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I never made any claim regarding my own certainty of knowledge, that is a straw man. Please refrain from giving me personal advice when you know nothing about me.

There is a huge difference between saying "something is true, but I don't know what (yet)" and "there is no such thing as truth"; between "a lot of people try to commandeer medicine to sell things" and "there is no actual truth of anything to discover in the field of medicine".




> Please refrain from giving me personal advice when you know nothing about me.

I was not giving you any personal advice. I was taking your "you" as a general statement to the reader, and replying with the same language pattern (e.g. if I said "you can bring a horse to water", I would actually mean "one can bring a horse to water".)

> There is a huge difference between saying "something is true, but I don't know what (yet)" and "there is no such thing as truth"; between "a lot of people try to commandeer medicine to sell things" and "there is no actual truth of anything to discover in the field of medicine".

Indeed, there is a huge difference, I don't think anyone is disputing that.

What some people (me included) are disputing is that what is considered "the state of the art" in the many sciences (other than math and physics), is actually not the result of rigorous scientific study that it is assumed to be, and that therefore well reasoned and supported contrarian explanations, data and opinions should be welcome (they aren't; there's active suppression).


It's one thing when learned people dig into the science and find issues to disagree about, it is completely different when some ignorant reporter or blogger disagrees just based on anecdotes or how truthy it feels to them


Someone who is good with statistics is more learned than the prominent experts in many areas when it come to disagreement. See e.g. this: http://blog.sethroberts.net/2012/04/08/gene-linked-to-autism... - Roberts is a professor of psychology, but he wears a statisticians hat in this post. He does this often and in many fields, and more often than not, his review (though well argued) is discarded as "a blogger who disagrees just based on anecdotes and truthiness".

Yes, most criticism is useless, but ...

No, most research is NOT as sound as the researchers themselves believe.


You have provided no support for the idea that MOST scientists don't understand statistics. You link to criticism made about one reporter. I am much more prepared to believe that reporters don't understand statistics than scientists. Still, you have provided an anecdote in support of broad sweeping statements.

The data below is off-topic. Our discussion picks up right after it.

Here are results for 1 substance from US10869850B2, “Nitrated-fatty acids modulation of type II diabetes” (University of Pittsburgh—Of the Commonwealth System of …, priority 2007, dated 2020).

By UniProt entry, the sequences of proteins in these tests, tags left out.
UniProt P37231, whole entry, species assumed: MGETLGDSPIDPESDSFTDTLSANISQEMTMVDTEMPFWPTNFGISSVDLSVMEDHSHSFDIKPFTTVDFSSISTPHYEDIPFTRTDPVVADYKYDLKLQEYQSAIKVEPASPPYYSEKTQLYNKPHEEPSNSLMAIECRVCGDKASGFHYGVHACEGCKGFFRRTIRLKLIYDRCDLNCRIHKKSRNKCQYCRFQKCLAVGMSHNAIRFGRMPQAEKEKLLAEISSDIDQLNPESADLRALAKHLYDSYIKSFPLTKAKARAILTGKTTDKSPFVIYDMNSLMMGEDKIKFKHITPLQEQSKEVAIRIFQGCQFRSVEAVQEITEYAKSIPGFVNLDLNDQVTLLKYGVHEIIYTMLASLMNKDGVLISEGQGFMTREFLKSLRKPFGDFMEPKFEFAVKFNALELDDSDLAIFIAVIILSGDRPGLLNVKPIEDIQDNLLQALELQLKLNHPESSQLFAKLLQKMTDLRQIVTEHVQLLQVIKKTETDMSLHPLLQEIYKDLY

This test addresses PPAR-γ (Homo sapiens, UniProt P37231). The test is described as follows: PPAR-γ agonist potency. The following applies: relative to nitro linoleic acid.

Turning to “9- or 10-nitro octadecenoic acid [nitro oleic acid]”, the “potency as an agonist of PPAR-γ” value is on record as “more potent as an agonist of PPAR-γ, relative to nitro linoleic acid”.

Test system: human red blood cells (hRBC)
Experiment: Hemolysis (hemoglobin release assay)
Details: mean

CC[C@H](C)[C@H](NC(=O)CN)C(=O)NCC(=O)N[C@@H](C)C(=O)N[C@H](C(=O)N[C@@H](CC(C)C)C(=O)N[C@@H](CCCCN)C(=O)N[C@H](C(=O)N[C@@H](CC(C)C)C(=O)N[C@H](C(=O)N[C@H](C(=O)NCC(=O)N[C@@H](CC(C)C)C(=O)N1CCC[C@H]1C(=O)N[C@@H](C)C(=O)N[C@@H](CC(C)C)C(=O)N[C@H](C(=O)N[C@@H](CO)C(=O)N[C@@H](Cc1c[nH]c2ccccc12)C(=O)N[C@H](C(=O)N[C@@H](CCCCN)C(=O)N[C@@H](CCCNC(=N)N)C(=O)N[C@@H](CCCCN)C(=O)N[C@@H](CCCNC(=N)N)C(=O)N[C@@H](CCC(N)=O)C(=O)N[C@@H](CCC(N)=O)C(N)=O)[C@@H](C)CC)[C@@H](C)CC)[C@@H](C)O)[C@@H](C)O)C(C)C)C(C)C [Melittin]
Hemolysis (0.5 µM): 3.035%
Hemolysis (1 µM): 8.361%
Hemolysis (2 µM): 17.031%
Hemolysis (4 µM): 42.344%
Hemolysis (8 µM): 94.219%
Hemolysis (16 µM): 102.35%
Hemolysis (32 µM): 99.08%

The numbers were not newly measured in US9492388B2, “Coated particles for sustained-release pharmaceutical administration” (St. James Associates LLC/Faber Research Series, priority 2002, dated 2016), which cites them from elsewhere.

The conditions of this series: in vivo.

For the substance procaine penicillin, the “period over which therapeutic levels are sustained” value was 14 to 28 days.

> You have provided no support for the idea that MOST scientists don't understand statistics.

That's true, but neither did you (or anyone else ever, for that matter) provide support for the idea that MOST scientists do understand statistics. See how easy it is to discard anything you disagree with?

> I am much more prepared to believe that reporters don't understand statistics than scientists.

That's fine, but (a) it doesn't say anything about how bad scientists are with statistics (only that they are slightly better than reporters, which I tend to agree with), and (b) this is an argument from bias/faith/religion/prejudice, not from science or data. You are just as guilty as anyone you criticize. You might be more right or less right, but you* don't have the moral ground. (* general you).

> Still, you have provided an anecdote in support of broad sweeping statements.

What was that statement of yours about learned people digging into science? So now it is not enough for those people to know what they are talking about, they have to do it in a format you approve of.

I can provide tens more valid criticisms. I charge $200-$1000/hour for my line of work, and I'd be happy to take as much to work for you finding them, when I have some free time.

But I'll throw in a freebie: http://www.ncbi.nlm.nih.gov/pmc/articles/PMC1182327/ - though I suspect it will stop at most people's "no true scotsman/scientist" filter...




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